POSIX recommends these conventions for command line arguments.
getopt (see Getopt) and
argp_parse (see Argp) make
it easy to implement them.
isalnum; see Classification of Characters).
ldcommand requires an argument—an output file name.
The implementations of
argp_parse in the GNU C Library
normally make it appear as if all the option arguments were
specified before all the non-option arguments for the purposes of
parsing, even if the user of your program intermixed option and
non-option arguments. They do this by reordering the elements of the
argv array. This behavior is nonstandard; if you want to suppress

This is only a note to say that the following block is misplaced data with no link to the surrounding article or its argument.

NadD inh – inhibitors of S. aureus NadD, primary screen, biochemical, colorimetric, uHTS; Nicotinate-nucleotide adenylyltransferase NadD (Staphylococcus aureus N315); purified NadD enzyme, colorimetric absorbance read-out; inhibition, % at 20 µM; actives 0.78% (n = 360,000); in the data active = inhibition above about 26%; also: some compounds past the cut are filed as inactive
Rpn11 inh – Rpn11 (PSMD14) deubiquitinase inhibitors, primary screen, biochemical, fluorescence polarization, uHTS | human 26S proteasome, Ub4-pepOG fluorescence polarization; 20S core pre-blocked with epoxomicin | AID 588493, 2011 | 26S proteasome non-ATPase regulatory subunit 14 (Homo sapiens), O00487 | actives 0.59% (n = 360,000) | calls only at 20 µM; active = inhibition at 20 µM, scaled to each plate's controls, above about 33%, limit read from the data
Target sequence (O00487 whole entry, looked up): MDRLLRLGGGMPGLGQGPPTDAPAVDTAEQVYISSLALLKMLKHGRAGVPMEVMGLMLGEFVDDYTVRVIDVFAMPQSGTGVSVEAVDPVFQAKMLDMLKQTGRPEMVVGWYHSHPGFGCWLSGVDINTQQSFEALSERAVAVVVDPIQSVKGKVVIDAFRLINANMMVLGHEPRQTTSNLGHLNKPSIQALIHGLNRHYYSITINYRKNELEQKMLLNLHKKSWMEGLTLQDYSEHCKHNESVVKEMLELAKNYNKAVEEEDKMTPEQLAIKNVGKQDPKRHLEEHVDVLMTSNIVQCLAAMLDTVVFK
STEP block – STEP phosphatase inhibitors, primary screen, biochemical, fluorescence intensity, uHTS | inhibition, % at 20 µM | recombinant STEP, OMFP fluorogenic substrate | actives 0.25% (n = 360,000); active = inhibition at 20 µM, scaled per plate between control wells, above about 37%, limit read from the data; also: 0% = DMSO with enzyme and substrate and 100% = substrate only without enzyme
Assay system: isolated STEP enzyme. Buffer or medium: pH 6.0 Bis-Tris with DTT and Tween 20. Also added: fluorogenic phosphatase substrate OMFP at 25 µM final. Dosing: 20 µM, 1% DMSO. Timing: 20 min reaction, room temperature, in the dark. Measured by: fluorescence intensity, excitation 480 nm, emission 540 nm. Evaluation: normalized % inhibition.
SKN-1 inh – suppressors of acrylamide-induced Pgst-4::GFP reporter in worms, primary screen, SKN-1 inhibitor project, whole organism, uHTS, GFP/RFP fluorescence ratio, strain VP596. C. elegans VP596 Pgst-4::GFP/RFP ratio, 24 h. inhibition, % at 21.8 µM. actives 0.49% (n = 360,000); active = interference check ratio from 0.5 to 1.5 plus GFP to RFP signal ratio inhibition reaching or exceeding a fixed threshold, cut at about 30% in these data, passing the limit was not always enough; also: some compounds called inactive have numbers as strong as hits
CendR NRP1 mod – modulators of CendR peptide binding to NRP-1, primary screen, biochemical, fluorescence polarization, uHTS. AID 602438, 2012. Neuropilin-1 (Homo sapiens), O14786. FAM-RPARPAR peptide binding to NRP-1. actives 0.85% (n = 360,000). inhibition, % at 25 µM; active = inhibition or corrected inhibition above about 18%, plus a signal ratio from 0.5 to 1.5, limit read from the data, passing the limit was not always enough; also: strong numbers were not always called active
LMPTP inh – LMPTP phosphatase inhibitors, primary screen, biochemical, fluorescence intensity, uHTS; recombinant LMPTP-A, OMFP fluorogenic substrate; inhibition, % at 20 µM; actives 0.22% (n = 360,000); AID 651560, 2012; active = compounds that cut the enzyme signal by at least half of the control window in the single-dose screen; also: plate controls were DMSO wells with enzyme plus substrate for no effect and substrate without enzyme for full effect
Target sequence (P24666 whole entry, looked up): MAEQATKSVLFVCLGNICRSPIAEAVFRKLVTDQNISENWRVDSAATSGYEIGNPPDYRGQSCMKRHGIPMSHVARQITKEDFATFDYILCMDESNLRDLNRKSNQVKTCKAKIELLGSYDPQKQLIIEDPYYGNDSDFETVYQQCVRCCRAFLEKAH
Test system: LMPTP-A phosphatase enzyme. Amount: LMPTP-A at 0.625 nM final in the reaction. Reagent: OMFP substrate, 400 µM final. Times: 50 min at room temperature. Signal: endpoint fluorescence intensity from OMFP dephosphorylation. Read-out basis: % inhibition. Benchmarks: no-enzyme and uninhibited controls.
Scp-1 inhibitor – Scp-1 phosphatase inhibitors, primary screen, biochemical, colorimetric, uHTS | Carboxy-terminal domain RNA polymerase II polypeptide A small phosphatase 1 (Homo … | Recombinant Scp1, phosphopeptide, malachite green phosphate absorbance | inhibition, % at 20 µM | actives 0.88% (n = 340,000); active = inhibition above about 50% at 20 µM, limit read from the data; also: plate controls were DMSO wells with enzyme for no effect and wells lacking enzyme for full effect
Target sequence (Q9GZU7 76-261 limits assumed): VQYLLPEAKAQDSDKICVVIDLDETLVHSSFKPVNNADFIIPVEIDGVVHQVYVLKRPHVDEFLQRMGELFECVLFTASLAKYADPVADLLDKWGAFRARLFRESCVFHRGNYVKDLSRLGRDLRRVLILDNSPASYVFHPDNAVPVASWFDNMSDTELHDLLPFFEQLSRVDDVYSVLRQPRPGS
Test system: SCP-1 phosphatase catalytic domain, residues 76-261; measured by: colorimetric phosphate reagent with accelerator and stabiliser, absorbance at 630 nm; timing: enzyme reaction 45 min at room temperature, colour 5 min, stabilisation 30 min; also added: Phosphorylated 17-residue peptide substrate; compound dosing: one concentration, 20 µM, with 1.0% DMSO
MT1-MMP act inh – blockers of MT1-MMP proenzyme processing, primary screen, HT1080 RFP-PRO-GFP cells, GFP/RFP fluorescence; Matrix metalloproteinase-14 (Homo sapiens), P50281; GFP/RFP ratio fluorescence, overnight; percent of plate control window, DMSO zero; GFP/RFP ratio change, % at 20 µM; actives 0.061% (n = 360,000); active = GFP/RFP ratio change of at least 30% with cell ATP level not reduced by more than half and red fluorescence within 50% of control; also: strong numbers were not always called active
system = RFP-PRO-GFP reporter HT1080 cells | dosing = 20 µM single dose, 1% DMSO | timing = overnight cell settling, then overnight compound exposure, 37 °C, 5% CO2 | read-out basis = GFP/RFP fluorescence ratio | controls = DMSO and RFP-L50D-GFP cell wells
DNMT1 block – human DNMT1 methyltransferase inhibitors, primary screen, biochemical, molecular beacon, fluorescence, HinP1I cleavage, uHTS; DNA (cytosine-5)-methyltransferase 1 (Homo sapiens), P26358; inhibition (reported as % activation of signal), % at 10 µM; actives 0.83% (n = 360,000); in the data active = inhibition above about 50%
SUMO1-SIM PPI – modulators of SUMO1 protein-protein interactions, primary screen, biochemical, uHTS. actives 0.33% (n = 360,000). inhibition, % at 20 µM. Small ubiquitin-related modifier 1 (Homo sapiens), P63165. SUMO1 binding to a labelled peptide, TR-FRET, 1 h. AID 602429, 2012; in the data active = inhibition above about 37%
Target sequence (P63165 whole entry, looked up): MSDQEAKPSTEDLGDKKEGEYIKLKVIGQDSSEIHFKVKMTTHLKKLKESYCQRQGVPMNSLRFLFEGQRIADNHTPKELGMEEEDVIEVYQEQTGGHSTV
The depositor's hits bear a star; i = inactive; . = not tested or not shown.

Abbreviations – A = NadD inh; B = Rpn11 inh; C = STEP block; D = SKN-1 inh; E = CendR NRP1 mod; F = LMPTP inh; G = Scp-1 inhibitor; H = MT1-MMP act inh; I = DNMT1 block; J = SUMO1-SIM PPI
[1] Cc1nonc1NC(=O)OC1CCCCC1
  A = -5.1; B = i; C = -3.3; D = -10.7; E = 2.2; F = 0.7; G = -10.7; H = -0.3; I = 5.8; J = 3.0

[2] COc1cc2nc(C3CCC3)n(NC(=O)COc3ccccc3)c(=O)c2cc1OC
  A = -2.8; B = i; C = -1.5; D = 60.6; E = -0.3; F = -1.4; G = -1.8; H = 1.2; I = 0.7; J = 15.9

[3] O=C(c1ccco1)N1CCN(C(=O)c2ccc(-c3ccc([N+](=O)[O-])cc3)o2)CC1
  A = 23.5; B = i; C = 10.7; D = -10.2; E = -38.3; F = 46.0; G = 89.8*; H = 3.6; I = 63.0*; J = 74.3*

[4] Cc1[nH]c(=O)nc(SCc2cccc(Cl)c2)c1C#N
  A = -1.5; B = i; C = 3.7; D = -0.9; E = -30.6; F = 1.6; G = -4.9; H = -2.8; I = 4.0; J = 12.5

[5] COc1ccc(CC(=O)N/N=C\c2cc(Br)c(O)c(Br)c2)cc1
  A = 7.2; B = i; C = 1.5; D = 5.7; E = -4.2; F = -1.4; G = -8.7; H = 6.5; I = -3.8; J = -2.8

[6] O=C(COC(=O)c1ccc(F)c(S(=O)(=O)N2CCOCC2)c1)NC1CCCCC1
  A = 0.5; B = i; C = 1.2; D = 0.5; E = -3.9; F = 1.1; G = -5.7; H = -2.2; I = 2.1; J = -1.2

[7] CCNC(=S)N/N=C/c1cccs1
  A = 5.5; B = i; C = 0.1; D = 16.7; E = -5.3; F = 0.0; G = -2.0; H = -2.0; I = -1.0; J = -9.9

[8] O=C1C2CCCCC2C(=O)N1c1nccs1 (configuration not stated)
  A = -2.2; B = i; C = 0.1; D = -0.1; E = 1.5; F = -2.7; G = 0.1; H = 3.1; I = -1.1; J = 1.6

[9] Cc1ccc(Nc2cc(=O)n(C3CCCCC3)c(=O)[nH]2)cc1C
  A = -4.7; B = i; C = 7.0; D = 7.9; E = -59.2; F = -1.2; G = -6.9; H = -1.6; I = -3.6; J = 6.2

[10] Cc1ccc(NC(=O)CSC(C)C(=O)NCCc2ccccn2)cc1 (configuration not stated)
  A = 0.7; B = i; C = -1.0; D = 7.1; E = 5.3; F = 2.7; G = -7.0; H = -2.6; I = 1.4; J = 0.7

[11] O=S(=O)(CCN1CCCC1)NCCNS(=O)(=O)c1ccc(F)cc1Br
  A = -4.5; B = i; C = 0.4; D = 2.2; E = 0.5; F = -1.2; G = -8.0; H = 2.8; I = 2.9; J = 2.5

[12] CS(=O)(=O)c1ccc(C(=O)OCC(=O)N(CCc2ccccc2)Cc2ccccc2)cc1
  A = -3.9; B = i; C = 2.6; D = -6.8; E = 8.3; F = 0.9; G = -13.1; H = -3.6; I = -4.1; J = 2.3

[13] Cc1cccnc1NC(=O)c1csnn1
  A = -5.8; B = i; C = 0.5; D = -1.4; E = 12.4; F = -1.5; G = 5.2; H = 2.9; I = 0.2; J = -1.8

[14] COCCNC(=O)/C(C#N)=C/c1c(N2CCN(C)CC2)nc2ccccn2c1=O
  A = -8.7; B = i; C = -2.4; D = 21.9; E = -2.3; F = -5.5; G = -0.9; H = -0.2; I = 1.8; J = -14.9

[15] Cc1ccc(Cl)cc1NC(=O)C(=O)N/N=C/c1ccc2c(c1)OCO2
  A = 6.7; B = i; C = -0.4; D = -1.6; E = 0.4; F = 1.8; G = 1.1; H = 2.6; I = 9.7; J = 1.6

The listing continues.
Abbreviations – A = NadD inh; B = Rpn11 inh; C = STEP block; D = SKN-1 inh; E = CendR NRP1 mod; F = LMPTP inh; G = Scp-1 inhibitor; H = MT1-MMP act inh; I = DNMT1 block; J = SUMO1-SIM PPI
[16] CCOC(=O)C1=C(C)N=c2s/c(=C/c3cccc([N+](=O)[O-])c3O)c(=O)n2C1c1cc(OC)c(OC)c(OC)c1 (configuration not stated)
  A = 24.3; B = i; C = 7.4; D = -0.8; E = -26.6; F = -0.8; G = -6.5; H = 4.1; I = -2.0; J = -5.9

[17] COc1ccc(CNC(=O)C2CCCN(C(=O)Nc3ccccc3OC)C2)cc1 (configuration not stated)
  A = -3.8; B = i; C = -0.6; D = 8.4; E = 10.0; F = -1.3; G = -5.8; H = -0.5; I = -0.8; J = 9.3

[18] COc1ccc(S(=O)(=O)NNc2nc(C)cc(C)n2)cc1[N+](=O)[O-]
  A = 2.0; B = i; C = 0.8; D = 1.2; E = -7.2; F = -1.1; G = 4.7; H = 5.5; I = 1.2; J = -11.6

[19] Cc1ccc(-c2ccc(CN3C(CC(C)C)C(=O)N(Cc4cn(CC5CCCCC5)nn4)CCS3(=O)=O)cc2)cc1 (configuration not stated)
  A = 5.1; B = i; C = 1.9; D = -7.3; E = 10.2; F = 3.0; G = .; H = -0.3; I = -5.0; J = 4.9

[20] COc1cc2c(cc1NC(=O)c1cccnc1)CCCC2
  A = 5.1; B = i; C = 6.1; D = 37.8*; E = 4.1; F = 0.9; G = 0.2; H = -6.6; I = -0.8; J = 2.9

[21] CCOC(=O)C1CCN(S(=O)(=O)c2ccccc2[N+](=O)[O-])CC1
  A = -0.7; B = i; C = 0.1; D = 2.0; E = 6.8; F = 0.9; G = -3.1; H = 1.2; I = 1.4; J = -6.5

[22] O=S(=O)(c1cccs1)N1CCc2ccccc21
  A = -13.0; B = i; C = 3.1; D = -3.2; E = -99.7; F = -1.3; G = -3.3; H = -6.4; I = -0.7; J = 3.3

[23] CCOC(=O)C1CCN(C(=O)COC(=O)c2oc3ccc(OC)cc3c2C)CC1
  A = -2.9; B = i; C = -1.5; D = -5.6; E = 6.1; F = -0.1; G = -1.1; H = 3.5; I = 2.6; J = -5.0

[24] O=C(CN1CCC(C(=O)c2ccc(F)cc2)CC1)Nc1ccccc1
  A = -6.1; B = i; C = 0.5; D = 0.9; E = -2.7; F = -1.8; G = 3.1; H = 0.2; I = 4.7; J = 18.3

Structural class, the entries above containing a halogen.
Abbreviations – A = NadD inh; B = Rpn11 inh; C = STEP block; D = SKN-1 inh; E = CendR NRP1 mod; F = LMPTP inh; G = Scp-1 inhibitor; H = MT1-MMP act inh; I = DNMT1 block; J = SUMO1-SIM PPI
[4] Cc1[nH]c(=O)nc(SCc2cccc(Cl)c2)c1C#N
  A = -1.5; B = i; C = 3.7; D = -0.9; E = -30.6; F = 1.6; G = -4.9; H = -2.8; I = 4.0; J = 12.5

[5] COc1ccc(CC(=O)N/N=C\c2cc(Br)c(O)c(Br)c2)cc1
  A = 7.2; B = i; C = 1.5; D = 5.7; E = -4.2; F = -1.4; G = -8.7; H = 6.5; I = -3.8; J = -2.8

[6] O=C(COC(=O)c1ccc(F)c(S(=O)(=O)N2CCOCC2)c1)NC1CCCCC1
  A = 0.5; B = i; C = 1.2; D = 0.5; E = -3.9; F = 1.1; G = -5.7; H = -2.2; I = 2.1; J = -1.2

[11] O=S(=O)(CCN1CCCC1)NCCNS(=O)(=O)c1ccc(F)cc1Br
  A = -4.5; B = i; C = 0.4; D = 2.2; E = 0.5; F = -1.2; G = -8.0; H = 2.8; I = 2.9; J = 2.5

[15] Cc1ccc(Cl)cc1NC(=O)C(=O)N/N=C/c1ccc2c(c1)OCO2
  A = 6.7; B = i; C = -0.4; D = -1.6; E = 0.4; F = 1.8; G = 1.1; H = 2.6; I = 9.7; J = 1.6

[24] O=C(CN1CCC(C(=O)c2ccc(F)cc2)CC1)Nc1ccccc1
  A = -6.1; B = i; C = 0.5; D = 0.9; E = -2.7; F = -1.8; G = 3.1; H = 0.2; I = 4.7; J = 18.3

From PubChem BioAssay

it, define the
_POSIX_OPTION_ORDER environment variable.
See Standard Environment.
GNU adds long options to these conventions. Long options consist of -- followed by a name made of alphanumeric characters and dashes. Option names are typically one to three words long, with hyphens to separate words. Users can abbreviate the option names as long as the abbreviations are unique.
To specify an argument for a long option, write --name=value. This syntax enables a long option to accept an argument that is itself optional.
Eventually, GNU systems will provide completion for long option names in the shell.